The causes of war - and their consequences

Research output: Chapter in Book/Report/Conference proceedingChapter


The ‘post 9/11 wars’ should prompt western military thought to reconsider its assumption that war and policy exist in a linear continuum. Characterised by early operational successes which promised quick victories, the western interventions in Afghanistan, Iraq and Libya gave way to protracted conflict, leading to unsatisfactory outcomes at best and outright defeat at worst. These wars challenge Clausewitz's presumption that war is the continuation of policy by other means, prompting us in turn to rethink how we read On War. More importantly, they demand a more critical examination of the links between the causes of wars and their consequences. Strategic thought aligns ends, ways and means in a continuum that rarely applies in practice. War's place in international relations theory and its role in establishing world order have been characterised more often by unfounded expectations of an ideal that is only rarely achieved in practice than by realism founded on actual experience.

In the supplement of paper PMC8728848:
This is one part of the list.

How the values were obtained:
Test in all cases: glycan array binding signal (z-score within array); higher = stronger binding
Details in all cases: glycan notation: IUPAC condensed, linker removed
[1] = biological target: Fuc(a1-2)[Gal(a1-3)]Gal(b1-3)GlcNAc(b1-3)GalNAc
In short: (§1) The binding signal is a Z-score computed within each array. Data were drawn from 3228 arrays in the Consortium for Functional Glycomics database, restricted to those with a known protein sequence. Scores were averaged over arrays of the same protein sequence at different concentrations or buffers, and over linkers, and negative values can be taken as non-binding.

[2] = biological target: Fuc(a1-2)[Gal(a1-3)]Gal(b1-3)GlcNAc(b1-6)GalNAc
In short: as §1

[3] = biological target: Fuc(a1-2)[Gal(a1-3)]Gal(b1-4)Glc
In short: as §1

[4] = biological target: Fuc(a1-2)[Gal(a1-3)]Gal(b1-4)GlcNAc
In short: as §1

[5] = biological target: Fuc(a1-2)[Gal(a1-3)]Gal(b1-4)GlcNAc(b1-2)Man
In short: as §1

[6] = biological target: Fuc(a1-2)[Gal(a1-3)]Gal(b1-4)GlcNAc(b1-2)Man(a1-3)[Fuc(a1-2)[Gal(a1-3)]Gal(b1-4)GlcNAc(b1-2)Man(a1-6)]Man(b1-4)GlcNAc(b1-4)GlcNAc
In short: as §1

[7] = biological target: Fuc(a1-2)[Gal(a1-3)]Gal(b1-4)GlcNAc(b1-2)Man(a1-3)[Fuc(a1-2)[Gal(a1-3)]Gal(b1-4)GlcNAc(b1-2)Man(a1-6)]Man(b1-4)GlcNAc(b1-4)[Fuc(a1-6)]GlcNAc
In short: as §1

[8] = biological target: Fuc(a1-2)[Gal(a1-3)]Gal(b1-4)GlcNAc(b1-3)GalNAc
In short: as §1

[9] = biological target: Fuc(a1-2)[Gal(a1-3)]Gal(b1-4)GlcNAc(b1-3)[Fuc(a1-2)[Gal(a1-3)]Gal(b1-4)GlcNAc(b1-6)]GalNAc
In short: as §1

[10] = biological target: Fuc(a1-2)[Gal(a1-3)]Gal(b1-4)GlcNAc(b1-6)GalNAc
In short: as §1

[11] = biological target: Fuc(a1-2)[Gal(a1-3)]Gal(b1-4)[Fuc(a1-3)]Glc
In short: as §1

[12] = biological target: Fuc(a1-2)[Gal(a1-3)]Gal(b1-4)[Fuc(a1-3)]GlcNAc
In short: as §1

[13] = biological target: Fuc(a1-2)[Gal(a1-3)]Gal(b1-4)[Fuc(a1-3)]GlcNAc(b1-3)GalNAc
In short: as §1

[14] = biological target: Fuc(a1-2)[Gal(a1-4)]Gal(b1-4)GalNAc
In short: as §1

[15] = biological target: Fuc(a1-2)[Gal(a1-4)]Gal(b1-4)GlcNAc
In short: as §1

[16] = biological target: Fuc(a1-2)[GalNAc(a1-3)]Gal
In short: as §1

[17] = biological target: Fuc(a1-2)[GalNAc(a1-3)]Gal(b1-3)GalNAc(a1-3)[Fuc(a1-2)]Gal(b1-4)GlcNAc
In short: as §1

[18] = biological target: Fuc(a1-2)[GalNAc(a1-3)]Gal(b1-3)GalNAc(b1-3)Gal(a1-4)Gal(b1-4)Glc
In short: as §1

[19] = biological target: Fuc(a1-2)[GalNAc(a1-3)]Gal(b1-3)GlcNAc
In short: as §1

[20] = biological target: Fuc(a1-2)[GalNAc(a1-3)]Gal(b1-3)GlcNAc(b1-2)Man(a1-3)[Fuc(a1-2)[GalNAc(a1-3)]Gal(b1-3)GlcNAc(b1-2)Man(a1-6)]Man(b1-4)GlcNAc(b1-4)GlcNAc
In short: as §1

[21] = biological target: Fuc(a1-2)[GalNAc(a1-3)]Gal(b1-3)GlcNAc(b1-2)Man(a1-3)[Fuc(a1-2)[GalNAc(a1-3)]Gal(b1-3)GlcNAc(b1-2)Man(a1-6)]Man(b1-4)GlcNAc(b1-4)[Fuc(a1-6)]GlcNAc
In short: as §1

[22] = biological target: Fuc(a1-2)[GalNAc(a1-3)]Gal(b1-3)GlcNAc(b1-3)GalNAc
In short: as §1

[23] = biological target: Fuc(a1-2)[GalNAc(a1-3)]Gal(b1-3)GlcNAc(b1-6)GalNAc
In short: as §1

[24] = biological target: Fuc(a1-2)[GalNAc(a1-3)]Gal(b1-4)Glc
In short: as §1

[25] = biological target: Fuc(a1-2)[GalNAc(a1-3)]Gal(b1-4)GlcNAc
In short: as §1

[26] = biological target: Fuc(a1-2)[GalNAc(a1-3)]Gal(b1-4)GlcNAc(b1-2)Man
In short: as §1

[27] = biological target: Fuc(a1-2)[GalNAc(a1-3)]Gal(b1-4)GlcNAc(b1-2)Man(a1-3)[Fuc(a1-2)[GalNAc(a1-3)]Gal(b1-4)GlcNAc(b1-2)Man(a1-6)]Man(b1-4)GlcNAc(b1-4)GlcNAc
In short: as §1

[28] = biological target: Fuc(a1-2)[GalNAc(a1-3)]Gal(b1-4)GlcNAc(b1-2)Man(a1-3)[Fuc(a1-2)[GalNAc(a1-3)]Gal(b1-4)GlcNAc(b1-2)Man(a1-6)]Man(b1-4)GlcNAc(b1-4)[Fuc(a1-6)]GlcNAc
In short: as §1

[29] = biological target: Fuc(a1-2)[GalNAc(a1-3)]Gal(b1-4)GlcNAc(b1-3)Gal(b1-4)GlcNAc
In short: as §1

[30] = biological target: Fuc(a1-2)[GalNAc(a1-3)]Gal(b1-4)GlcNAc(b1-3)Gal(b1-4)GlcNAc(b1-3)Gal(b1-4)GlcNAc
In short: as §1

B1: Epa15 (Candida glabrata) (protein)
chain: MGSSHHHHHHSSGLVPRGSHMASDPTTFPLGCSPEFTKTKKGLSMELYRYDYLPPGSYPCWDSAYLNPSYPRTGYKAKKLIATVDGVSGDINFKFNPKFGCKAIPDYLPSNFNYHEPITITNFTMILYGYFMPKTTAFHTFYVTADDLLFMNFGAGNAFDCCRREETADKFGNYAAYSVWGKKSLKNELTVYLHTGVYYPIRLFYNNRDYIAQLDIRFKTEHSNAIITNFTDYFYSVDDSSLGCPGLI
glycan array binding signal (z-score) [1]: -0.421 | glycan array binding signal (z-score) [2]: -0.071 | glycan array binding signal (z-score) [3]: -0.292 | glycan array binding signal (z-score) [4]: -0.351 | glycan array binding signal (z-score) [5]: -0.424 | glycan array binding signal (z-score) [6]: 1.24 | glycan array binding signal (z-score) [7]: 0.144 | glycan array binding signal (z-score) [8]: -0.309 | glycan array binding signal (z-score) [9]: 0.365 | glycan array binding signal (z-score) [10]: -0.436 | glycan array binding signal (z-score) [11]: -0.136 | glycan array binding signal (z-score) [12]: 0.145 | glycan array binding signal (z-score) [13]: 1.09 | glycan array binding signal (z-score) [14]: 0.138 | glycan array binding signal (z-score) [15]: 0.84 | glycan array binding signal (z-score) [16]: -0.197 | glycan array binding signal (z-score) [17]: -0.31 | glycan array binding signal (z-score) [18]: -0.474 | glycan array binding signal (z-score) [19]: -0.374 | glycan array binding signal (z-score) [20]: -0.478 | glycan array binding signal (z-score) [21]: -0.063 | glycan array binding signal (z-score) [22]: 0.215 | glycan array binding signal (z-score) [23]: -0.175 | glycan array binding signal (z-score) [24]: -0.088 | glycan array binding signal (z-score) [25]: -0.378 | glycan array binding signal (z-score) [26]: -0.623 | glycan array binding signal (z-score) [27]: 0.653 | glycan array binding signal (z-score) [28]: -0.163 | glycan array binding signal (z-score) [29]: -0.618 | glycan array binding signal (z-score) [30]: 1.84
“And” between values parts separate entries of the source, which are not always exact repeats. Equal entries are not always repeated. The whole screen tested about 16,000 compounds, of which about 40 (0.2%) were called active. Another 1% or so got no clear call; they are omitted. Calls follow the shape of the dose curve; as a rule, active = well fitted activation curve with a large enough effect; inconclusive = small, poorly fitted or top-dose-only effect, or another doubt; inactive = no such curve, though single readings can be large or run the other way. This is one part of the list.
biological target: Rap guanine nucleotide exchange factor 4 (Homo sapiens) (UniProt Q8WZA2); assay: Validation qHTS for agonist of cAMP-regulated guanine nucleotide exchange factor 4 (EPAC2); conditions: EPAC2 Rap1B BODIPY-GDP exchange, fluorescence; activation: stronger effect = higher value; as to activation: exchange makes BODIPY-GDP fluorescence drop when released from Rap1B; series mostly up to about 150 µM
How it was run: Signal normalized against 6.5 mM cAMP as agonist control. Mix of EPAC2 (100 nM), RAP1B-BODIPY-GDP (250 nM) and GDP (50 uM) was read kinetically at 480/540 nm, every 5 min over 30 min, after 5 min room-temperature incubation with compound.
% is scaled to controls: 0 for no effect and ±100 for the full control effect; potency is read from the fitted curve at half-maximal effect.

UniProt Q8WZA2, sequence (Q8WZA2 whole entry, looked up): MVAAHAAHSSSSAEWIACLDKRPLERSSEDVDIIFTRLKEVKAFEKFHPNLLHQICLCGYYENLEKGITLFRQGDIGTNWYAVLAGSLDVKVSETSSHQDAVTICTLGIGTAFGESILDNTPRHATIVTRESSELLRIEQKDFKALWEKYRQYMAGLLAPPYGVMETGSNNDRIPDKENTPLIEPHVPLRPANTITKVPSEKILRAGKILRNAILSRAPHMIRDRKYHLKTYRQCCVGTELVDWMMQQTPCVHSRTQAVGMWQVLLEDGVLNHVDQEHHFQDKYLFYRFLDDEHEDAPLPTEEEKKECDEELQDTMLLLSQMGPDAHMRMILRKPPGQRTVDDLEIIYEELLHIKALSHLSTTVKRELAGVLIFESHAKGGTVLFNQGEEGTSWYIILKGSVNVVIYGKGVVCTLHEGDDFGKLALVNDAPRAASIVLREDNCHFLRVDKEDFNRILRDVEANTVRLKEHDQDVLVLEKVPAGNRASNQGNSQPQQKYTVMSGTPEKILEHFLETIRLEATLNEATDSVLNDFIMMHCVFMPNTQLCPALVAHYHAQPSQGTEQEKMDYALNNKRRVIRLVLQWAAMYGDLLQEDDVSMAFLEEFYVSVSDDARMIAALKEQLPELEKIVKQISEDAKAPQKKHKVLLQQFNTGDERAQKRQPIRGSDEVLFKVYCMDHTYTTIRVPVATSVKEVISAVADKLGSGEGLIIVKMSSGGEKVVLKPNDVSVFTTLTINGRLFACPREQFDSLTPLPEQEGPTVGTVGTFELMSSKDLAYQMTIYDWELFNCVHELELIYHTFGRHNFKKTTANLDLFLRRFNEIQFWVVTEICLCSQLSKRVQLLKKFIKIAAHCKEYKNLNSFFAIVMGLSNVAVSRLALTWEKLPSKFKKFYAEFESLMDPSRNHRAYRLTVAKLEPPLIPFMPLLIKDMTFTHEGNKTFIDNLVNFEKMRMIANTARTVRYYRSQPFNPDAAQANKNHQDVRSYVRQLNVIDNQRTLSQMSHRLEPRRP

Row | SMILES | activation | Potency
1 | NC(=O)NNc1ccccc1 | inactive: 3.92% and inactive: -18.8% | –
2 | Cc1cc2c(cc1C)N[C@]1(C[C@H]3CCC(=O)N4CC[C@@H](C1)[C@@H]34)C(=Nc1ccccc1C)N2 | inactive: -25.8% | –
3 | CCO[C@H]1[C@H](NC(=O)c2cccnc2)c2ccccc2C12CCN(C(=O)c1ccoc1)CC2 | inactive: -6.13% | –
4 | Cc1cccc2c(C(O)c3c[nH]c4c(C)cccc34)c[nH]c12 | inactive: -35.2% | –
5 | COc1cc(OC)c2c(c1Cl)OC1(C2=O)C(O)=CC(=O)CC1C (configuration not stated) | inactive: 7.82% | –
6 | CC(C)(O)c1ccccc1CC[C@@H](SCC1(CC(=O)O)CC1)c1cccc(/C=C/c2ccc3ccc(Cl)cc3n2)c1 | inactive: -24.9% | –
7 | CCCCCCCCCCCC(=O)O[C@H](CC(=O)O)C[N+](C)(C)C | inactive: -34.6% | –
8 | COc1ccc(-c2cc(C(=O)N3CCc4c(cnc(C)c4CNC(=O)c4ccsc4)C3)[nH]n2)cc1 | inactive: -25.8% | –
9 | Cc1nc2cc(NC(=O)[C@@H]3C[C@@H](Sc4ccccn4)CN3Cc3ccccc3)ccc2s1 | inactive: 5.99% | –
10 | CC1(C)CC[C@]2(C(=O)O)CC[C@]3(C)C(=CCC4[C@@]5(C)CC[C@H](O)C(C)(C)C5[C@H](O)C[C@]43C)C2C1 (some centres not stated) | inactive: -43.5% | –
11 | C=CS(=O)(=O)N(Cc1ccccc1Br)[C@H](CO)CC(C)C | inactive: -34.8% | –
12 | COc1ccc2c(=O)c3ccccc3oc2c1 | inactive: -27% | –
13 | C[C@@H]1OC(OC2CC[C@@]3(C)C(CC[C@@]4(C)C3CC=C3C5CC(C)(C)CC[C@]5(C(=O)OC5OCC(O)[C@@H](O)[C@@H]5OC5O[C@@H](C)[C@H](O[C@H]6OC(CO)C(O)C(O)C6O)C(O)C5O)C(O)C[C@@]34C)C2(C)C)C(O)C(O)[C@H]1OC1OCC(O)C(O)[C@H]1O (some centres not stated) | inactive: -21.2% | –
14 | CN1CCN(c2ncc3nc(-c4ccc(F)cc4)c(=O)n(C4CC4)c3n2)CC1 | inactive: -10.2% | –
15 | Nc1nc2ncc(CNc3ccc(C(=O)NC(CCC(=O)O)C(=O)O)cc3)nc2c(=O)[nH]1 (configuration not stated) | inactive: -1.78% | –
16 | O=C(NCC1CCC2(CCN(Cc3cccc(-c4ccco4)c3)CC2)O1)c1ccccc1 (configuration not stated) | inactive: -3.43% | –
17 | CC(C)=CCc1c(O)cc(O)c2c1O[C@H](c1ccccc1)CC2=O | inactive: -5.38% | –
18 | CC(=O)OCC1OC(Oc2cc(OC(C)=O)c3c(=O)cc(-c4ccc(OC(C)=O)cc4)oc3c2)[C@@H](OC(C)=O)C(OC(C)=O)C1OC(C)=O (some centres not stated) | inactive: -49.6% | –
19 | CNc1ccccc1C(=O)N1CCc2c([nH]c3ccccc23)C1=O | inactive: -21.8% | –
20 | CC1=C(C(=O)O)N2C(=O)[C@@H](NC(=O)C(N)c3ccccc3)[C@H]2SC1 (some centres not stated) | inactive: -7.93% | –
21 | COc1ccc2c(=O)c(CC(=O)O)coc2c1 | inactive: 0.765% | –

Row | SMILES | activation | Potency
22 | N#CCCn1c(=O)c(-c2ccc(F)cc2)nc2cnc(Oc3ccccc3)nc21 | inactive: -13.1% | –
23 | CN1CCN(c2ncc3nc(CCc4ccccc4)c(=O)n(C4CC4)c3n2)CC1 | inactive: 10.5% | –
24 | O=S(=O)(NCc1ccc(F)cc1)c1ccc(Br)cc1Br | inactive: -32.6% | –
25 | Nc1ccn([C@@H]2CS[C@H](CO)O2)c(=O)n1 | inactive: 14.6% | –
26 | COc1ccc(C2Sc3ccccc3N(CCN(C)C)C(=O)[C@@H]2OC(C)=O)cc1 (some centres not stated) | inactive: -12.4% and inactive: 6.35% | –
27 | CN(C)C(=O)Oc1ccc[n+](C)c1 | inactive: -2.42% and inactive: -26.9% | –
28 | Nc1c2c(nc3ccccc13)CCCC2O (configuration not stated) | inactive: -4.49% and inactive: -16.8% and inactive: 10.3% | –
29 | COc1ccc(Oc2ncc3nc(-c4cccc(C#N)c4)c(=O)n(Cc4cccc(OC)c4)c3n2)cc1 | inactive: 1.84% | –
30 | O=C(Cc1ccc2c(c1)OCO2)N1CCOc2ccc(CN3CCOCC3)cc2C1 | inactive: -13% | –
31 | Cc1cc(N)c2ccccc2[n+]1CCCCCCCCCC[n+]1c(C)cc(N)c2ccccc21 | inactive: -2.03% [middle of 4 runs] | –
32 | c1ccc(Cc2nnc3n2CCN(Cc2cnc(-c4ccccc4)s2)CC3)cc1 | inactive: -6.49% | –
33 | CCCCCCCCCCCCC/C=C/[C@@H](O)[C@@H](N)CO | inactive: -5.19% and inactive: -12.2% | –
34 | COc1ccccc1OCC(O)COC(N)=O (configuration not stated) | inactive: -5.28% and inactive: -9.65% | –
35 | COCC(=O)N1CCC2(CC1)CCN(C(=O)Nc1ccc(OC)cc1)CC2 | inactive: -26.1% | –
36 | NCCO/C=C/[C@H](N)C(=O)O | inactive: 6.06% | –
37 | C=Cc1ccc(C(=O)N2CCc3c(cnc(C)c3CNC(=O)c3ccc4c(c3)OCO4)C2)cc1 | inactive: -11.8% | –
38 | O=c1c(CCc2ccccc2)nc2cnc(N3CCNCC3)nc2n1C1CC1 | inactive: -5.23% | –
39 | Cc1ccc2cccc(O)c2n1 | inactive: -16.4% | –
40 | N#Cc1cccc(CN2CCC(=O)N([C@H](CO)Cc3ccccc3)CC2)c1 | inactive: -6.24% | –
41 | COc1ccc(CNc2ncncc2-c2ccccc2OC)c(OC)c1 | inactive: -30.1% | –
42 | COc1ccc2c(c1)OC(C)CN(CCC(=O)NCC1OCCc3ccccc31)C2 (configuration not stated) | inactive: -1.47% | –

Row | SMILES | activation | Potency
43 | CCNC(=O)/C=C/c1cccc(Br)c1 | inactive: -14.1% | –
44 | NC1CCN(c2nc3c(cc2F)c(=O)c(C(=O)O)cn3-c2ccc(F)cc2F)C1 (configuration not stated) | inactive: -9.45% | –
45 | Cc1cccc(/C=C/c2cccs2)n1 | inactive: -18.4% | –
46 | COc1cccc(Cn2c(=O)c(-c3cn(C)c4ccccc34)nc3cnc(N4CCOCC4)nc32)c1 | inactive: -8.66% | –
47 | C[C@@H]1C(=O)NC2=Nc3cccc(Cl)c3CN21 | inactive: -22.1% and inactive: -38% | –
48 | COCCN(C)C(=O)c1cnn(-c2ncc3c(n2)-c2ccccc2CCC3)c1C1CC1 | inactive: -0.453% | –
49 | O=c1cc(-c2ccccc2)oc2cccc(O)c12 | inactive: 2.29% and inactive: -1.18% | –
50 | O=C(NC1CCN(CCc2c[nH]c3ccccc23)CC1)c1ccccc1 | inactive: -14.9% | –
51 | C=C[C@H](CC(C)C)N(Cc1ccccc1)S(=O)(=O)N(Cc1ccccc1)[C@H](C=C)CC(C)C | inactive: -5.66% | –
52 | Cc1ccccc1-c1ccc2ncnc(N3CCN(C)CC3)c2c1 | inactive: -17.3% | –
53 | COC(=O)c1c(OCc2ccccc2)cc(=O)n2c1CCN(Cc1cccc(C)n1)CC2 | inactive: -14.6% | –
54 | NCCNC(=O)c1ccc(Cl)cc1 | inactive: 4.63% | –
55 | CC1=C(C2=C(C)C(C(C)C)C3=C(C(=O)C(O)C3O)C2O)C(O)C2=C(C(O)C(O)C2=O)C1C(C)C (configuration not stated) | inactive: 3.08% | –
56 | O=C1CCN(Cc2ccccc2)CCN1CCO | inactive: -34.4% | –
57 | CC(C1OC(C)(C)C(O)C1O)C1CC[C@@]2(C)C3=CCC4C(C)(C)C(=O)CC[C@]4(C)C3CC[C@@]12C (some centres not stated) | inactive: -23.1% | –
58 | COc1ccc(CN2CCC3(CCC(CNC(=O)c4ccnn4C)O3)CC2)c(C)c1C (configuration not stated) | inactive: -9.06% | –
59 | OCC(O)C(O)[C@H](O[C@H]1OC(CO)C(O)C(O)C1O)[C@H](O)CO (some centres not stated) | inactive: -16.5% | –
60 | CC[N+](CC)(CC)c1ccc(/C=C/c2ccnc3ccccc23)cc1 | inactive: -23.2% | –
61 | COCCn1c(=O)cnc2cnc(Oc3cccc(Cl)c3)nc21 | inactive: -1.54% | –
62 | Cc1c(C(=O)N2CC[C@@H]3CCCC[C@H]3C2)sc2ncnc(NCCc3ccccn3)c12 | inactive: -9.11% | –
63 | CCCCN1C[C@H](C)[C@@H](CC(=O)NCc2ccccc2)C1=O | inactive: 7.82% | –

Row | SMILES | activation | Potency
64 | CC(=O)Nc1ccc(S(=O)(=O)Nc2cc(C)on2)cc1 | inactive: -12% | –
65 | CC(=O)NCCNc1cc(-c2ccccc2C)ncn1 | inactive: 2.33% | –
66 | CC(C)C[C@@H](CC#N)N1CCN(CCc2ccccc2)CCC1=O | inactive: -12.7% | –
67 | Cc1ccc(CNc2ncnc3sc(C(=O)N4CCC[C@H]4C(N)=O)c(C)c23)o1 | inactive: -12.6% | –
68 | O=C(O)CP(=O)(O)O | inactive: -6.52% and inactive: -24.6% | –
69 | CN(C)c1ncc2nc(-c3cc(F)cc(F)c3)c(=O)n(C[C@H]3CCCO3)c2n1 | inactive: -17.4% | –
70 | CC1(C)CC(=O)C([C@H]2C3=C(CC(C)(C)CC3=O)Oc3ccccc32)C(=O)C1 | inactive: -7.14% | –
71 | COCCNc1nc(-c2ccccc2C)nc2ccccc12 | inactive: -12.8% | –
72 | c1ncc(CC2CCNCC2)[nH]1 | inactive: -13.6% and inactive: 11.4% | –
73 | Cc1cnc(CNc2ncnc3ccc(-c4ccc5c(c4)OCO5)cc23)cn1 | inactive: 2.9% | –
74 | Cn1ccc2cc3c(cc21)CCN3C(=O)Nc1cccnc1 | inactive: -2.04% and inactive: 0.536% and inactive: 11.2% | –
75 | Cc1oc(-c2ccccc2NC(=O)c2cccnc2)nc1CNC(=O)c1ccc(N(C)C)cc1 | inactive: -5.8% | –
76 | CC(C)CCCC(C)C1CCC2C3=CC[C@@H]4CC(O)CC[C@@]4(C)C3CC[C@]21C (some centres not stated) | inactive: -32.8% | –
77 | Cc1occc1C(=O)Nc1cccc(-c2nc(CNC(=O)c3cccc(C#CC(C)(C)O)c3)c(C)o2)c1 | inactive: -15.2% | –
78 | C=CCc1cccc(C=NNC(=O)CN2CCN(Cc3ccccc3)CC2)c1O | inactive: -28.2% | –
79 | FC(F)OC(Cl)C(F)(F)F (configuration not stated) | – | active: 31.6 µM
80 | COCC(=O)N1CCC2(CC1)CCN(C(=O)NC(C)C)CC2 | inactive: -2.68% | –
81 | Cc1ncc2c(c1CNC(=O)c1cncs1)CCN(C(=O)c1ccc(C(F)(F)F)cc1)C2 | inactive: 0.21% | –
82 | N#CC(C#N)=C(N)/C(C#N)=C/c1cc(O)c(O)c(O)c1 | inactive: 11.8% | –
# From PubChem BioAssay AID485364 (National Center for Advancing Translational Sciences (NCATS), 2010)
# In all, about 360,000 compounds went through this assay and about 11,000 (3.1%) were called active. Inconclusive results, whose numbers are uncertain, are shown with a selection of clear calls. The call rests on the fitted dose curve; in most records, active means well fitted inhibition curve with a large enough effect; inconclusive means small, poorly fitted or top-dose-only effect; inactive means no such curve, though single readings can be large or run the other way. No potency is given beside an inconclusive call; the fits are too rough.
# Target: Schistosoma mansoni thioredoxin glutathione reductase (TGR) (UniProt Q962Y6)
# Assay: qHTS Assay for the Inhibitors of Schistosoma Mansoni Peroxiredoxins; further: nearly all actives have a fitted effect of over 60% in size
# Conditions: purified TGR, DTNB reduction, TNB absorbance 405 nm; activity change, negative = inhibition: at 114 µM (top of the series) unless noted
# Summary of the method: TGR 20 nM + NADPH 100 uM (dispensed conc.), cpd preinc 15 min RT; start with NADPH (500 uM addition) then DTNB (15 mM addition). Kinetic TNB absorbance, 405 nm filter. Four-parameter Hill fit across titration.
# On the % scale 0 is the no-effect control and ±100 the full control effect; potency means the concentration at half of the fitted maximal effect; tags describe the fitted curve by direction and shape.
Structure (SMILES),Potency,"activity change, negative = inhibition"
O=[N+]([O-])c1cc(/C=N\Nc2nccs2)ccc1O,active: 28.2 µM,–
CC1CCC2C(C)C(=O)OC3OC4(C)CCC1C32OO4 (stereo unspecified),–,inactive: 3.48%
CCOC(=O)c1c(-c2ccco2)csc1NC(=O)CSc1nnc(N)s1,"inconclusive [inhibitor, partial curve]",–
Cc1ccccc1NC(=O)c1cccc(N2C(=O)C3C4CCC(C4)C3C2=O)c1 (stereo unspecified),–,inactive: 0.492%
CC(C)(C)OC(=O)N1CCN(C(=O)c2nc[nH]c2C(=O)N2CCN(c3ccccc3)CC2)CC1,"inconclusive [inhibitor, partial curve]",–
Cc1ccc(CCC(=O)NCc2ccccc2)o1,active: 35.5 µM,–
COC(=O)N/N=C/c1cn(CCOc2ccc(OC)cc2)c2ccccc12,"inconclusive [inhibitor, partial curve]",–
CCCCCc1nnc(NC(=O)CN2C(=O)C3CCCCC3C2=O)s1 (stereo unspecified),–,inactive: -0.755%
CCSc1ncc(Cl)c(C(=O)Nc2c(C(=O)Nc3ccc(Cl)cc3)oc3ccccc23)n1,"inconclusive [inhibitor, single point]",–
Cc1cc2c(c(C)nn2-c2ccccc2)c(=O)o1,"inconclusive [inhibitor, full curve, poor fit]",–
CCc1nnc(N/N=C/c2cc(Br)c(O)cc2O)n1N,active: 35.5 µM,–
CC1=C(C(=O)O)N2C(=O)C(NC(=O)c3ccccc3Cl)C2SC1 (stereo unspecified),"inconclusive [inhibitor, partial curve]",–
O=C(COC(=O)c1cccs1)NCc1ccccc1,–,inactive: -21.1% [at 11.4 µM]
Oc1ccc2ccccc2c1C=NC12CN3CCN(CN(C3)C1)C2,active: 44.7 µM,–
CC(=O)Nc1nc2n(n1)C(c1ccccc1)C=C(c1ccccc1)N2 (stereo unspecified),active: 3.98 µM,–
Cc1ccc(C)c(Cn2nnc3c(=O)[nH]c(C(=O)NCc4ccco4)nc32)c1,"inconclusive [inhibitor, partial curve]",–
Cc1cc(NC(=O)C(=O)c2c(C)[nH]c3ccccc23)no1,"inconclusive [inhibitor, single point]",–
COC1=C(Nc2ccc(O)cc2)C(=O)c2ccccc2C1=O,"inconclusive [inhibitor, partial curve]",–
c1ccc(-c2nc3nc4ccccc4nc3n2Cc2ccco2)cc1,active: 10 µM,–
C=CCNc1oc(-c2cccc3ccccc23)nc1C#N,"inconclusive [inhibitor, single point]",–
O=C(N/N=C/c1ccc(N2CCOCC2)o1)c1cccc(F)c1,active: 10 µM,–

Original languageEnglish
Title of host publicationHow wars end
Subtitle of host publicationtheory and practice
EditorsDamien Kingsbury, Richard Iron
Place of PublicationAbingdon, Oxon
PublisherTaylor and Francis
Number of pages17
ISBN (Electronic)9781000825305, 9781003317487
ISBN (Print)9781032329512, 9781032329529
Publication statusPublished - 27 Dec 2022

Publication series

NameRoutledge advances in defence studies


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